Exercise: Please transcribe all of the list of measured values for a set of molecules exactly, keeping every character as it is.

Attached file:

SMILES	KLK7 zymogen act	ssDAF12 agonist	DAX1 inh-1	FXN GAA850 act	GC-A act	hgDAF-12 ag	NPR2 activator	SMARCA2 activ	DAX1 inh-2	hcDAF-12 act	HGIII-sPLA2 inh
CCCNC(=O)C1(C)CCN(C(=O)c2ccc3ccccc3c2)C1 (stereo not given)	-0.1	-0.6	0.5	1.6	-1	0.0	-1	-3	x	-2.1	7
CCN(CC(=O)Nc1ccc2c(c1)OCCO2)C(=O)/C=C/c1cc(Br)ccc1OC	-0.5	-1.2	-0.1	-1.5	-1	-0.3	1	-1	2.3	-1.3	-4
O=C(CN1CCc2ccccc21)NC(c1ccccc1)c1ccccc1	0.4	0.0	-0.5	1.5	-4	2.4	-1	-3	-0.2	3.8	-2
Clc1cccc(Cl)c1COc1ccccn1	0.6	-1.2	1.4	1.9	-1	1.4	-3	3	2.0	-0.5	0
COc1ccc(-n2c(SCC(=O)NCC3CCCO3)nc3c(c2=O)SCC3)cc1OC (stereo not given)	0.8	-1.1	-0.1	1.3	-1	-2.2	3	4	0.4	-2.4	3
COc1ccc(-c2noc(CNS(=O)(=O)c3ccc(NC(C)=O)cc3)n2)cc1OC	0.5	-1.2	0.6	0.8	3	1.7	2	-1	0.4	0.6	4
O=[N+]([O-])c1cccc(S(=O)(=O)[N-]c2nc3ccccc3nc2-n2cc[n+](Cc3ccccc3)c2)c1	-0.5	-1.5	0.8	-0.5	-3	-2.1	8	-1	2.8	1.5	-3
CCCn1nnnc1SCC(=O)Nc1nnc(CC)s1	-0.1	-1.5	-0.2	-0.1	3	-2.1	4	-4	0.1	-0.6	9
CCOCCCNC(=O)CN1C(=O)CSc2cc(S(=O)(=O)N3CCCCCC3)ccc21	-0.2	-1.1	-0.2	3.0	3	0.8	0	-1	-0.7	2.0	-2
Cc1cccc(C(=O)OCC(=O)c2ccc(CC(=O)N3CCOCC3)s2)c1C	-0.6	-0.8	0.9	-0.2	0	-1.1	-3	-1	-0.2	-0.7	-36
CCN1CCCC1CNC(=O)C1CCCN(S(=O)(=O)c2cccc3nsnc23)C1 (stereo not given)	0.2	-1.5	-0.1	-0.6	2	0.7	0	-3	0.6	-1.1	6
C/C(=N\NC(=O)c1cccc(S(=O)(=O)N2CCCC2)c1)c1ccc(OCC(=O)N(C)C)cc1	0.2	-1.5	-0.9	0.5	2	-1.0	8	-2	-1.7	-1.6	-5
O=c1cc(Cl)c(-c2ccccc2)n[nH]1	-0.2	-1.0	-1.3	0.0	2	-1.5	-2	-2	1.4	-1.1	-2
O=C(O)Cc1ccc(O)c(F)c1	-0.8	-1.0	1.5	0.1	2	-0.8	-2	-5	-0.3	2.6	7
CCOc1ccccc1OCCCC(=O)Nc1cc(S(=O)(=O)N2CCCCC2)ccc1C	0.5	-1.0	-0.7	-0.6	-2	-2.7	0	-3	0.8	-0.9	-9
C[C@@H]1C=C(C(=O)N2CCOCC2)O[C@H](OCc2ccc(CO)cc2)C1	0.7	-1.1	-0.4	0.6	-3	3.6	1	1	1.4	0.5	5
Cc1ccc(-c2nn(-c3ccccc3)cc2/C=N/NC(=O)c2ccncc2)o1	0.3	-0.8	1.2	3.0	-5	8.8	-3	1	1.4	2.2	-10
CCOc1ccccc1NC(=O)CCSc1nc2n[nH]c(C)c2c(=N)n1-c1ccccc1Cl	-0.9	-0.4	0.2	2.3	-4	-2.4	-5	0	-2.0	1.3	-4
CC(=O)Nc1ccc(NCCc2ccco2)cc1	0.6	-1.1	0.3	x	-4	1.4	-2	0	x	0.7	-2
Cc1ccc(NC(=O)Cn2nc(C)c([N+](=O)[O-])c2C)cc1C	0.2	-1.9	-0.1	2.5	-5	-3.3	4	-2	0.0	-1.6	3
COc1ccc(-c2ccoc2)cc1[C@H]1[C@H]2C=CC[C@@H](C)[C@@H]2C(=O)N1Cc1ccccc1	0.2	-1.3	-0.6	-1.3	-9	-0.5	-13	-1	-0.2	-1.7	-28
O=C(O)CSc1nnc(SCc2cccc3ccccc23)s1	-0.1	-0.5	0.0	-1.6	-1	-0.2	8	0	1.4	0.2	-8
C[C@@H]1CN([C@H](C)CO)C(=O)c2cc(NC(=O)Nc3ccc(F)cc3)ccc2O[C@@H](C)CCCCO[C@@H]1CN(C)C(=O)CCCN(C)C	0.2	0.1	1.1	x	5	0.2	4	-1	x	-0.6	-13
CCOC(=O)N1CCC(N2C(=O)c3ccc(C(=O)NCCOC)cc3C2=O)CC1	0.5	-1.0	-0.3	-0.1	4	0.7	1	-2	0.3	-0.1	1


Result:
SMILES	KLK7 zymogen act	ssDAF12 agonist	DAX1 inh-1	FXN GAA850 act	GC-A act	hgDAF-12 ag	NPR2 activator	SMARCA2 activ	DAX1 inh-2	hcDAF-12 act	HGIII-sPLA2 inh
CCCNC(=O)C1(C)CCN(C(=O)c2ccc3ccccc3c2)C1 (stereo not given)	-0.1	-0.6	0.5	1.6	-1	0.0	-1	-3	x	-2.1	7
CCN(CC(=O)Nc1ccc2c(c1)OCCO2)C(=O)/C=C/c1cc(Br)ccc1OC	-0.5	-1.2	-0.1	-1.5	-1	-0.3	1	-1	2.3	-1.3	-4
O=C(CN1CCc2ccccc21)NC(c1ccccc1)c1ccccc1	0.4	0.0	-0.5	1.5	-4	2.4	-1	-3	-0.2	3.8	-2
Clc1cccc(Cl)c1COc1ccccn1	0.6	-1.2	1.4	1.9	-1	1.4	-3	3	2.0	-0.5	0
COc1ccc(-n2c(SCC(=O)NCC3CCCO3)nc3c(c2=O)SCC3)cc1OC (stereo not given)	0.8	-1.1	-0.1	1.3	-1	-2.2	3	4	0.4	-2.4	3
COc1ccc(-c2noc(CNS(=O)(=O)c3ccc(NC(C)=O)cc3)n2)cc1OC	0.5	-1.2	0.6	0.8	3	1.7	2	-1	0.4	0.6	4
O=[N+]([O-])c1cccc(S(=O)(=O)[N-]c2nc3ccccc3nc2-n2cc[n+](Cc3ccccc3)c2)c1	-0.5	-1.5	0.8	-0.5	-3	-2.1	8	-1	2.8	1.5	-3
CCCn1nnnc1SCC(=O)Nc1nnc(CC)s1	-0.1	-1.5	-0.2	-0.1	3	-2.1	4	-4	0.1	-0.6	9
CCOCCCNC(=O)CN1C(=O)CSc2cc(S(=O)(=O)N3CCCCCC3)ccc21	-0.2	-1.1	-0.2	3.0	3	0.8	0	-1	-0.7	2.0	-2
Cc1cccc(C(=O)OCC(=O)c2ccc(CC(=O)N3CCOCC3)s2)c1C	-0.6	-0.8	0.9	-0.2	0	-1.1	-3	-1	-0.2	-0.7	-36
CCN1CCCC1CNC(=O)C1CCCN(S(=O)(=O)c2cccc3nsnc23)C1 (stereo not given)	0.2	-1.5	-0.1	-0.6	2	0.7	0	-3	0.6	-1.1	6
C/C(=N\NC(=O)c1cccc(S(=O)(=O)N2CCCC2)c1)c1ccc(OCC(=O)N(C)C)cc1	0.2	-1.5	-0.9	0.5	2	-1.0	8	-2	-1.7	-1.6	-5
O=c1cc(Cl)c(-c2ccccc2)n[nH]1	-0.2	-1.0	-1.3	0.0	2	-1.5	-2	-2	1.4	-1.1	-2
O=C(O)Cc1ccc(O)c(F)c1	-0.8	-1.0	1.5	0.1	2	-0.8	-2	-5	-0.3	2.6	7
CCOc1ccccc1OCCCC(=O)Nc1cc(S(=O)(=O)N2CCCCC2)ccc1C	0.5	-1.0	-0.7	-0.6	-2	-2.7	0	-3	0.8	-0.9	-9
C[C@@H]1C=C(C(=O)N2CCOCC2)O[C@H](OCc2ccc(CO)cc2)C1	0.7	-1.1	-0.4	0.6	-3	3.6	1	1	1.4	0.5	5
Cc1ccc(-c2nn(-c3ccccc3)cc2/C=N/NC(=O)c2ccncc2)o1	0.3	-0.8	1.2	3.0	-5	8.8	-3	1	1.4	2.2	-10
CCOc1ccccc1NC(=O)CCSc1nc2n[nH]c(C)c2c(=N)n1-c1ccccc1Cl	-0.9	-0.4	0.2	2.3	-4	-2.4	-5	0	-2.0	1.3	-4
CC(=O)Nc1ccc(NCCc2ccco2)cc1	0.6	-1.1	0.3	x	-4	1.4	-2	0	x	0.7	-2
Cc1ccc(NC(=O)Cn2nc(C)c([N+](=O)[O-])c2C)cc1C	0.2	-1.9	-0.1	2.5	-5	-3.3	4	-2	0.0	-1.6	3
COc1ccc(-c2ccoc2)cc1[C@H]1[C@H]2C=CC[C@@H](C)[C@@H]2C(=O)N1Cc1ccccc1	0.2	-1.3	-0.6	-1.3	-9	-0.5	-13	-1	-0.2	-1.7	-28
O=C(O)CSc1nnc(SCc2cccc3ccccc23)s1	-0.1	-0.5	0.0	-1.6	-1	-0.2	8	0	1.4	0.2	-8
C[C@@H]1CN([C@H](C)CO)C(=O)c2cc(NC(=O)Nc3ccc(F)cc3)ccc2O[C@@H](C)CCCCO[C@@H]1CN(C)C(=O)CCCN(C)C	0.2	0.1	1.1	x	5	0.2	4	-1	x	-0.6	-13
CCOC(=O)N1CCC(N2C(=O)c3ccc(C(=O)NCCOC)cc3C2=O)CC1	0.5	-1.0	-0.3	-0.1	4	0.7	1	-2	0.3	-0.1	1